Well, that’s exactly it. Like, you’re not appropriating if you know who made it, you know the story and think of the power of then wearing that and someone compliments you and you get to share who this designer is. You, you pull up their Instagram page, you show them. You’re spreading their art out into the world. I think that’s the complete opposite of appropriation. That’s appreciation. You’re doing the right thing. Appropriation would be buying some sort of beaded Dreamcatcher necklace on like eBay, not knowing where it’s from. That’s appropriation.
So we talked about your fashion and the world of fashion that you’re in. And I’m wondering, do you have a dream runway scenario?
Ohh. Actually, I do. I just went to this show in California, the Yaamava’ Resort. It was hosted by the San Manuel tribe, and they did this really cool show. There was four Indigenous designers and mixed in with non-Indigenous designers, like designers from LA, designers from New York. And I loved that mix because don’t get me wrong, I love an all Indigenous fashion show. I will always love that. But seeing a show with so many different backgrounds and aesthetics and styles in one I think is exactly where fashion needs to head, because that was one of the coolest shows I’ve seen in a while. Like I saw so many aesthetics, so many point of views in one show. So I think a dream show would be like that, plucking people from different cultures and combining them into one big show. It was really epic.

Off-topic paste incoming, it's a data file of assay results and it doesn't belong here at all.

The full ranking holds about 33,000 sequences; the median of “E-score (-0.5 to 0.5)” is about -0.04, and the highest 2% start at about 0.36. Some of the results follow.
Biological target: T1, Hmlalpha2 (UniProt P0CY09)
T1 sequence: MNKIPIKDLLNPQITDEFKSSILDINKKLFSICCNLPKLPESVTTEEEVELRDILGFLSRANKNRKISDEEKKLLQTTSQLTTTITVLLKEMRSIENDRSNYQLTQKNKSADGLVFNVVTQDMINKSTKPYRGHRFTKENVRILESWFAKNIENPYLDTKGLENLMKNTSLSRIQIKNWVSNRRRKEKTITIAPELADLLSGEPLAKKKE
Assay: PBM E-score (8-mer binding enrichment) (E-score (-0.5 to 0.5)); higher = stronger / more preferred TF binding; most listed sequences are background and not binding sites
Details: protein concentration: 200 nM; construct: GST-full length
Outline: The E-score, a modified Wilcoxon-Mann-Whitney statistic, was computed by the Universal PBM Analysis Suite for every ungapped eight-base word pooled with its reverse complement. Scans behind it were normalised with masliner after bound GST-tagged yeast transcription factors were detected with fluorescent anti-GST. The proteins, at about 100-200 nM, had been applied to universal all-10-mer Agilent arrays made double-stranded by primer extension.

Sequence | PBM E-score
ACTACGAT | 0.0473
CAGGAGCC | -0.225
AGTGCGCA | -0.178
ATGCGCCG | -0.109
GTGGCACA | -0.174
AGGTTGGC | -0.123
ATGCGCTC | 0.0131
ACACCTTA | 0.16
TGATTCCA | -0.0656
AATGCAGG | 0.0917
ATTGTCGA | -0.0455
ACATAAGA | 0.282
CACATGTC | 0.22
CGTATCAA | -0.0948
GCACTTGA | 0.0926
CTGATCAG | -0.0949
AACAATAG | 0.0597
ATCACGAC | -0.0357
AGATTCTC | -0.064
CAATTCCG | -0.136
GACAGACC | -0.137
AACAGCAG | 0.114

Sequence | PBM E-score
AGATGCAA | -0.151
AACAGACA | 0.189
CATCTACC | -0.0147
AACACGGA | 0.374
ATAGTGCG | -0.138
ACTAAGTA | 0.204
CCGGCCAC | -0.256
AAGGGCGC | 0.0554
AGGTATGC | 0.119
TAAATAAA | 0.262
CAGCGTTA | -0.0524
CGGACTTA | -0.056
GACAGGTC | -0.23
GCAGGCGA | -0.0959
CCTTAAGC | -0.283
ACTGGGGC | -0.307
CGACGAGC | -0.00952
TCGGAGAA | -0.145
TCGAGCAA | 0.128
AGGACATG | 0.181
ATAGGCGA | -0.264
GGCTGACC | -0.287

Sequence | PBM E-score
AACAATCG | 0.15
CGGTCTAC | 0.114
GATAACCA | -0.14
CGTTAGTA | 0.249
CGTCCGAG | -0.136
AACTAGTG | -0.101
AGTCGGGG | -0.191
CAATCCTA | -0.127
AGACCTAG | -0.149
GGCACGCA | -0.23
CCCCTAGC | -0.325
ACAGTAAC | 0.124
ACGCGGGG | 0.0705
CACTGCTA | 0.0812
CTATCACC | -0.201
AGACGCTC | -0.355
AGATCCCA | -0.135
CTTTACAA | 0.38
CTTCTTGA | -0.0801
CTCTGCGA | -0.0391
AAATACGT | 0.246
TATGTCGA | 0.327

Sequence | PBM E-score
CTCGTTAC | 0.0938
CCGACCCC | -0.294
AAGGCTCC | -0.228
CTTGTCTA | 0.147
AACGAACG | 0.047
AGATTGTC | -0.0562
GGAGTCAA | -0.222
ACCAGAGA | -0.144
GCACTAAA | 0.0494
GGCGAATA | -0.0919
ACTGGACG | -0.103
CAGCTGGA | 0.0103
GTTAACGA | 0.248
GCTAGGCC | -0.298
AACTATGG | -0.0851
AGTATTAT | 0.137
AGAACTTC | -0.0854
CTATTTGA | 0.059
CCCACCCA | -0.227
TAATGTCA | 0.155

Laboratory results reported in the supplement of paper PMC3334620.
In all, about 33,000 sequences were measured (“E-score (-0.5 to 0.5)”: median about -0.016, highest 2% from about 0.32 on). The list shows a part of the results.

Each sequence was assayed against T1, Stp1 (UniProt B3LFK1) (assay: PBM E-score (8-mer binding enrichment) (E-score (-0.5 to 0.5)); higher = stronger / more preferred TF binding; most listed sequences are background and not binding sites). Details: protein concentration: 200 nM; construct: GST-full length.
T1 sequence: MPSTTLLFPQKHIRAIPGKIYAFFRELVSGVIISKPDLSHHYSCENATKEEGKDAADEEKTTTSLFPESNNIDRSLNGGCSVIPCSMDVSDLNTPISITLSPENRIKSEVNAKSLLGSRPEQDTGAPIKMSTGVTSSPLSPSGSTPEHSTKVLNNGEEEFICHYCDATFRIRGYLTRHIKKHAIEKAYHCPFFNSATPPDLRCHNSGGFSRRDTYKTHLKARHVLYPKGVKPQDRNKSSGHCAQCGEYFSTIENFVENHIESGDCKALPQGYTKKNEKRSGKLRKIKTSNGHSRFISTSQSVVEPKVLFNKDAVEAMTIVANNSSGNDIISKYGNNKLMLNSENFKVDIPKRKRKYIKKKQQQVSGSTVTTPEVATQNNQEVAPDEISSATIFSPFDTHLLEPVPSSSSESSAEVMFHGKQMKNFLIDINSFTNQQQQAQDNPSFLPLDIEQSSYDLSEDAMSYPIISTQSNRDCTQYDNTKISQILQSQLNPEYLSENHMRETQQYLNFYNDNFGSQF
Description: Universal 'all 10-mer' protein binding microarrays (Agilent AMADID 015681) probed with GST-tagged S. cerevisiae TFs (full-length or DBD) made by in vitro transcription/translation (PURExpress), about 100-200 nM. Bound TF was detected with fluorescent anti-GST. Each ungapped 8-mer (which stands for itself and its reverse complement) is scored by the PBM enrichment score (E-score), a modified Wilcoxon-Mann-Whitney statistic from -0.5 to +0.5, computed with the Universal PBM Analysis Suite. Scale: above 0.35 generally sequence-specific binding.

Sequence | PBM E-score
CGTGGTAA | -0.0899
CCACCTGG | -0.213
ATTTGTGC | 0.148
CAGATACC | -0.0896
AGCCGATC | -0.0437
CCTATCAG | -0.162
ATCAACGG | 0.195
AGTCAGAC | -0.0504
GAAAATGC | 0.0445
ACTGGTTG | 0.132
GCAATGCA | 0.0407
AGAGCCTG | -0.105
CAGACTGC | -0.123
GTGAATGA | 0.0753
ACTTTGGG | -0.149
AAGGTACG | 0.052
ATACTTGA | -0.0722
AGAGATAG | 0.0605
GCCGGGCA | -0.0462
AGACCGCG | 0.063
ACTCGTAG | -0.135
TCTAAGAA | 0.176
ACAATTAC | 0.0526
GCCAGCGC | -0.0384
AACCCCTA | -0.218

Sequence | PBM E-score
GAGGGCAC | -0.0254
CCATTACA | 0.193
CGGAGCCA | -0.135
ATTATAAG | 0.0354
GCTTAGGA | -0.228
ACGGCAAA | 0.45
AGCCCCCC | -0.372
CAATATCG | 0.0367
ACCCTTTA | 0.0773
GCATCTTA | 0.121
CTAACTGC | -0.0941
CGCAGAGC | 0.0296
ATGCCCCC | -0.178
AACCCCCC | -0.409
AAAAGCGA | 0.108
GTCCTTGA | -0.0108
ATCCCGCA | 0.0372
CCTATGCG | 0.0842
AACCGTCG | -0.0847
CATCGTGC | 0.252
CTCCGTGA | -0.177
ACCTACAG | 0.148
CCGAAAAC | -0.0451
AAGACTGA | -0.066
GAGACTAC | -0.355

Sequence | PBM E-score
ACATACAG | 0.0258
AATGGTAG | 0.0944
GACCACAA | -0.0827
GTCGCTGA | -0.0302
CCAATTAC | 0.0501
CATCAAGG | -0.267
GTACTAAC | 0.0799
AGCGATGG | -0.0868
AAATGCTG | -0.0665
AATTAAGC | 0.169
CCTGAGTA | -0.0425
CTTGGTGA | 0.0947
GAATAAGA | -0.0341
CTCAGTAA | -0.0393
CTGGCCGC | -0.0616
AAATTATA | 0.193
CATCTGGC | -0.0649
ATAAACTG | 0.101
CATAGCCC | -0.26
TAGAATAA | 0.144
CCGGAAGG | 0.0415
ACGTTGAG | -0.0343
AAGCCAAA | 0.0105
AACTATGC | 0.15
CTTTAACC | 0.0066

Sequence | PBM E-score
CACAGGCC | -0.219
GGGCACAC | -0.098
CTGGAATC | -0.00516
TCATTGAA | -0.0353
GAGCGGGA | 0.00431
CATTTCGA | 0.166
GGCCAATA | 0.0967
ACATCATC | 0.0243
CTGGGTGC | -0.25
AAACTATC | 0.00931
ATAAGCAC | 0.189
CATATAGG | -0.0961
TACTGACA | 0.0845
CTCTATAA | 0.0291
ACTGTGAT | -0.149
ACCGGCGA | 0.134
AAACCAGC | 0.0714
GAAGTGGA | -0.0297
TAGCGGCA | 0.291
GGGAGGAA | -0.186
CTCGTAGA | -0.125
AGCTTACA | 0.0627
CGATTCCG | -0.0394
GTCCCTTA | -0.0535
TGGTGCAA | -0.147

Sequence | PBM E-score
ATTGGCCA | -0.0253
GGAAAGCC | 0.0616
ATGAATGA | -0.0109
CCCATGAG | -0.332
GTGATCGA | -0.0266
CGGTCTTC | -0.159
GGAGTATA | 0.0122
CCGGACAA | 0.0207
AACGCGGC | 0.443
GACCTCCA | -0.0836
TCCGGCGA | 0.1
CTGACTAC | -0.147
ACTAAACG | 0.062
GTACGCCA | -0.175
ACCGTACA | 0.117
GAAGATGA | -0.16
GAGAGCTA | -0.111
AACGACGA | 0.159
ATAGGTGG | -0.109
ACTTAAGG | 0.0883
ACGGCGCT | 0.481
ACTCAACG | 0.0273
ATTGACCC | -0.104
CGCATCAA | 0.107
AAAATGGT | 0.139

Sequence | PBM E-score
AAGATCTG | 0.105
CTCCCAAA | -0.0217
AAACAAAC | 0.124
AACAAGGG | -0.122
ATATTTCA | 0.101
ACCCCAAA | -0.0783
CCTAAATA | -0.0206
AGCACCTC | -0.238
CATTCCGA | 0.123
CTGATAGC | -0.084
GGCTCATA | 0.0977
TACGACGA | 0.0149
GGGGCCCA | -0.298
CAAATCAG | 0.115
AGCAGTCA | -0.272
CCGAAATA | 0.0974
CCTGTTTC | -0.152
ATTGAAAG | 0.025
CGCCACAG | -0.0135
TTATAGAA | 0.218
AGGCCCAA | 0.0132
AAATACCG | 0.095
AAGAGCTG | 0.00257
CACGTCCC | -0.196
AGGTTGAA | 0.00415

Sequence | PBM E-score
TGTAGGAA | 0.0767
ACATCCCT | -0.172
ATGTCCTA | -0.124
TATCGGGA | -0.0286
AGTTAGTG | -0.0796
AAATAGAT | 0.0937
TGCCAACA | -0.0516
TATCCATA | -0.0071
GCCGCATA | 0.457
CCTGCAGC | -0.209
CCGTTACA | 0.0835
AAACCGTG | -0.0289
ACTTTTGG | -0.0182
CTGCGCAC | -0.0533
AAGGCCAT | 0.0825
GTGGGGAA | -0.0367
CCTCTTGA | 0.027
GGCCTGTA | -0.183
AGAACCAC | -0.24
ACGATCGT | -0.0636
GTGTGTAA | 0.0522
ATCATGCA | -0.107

Yesss. Okay I love that. Yeah. So to me, Rihanna’s Savage Fenty runway is that and I feel like after her first one, I feel like all the fashion houses started to copy. I feel like she – and I could be wrong, but she was the first person that I have ever seen combine people from everywhere, different body types from everywhere. And we’re talkin a lot of lingerie, too. And, you know, a lot of folks, if I’m not a size zero with, you know, sunken in cheekbones, you’re not gettin on the runway. Rihanna had every body. And it was incredible. The music was incredible, the performances, I mean, everything. So had you seen that type of show before her?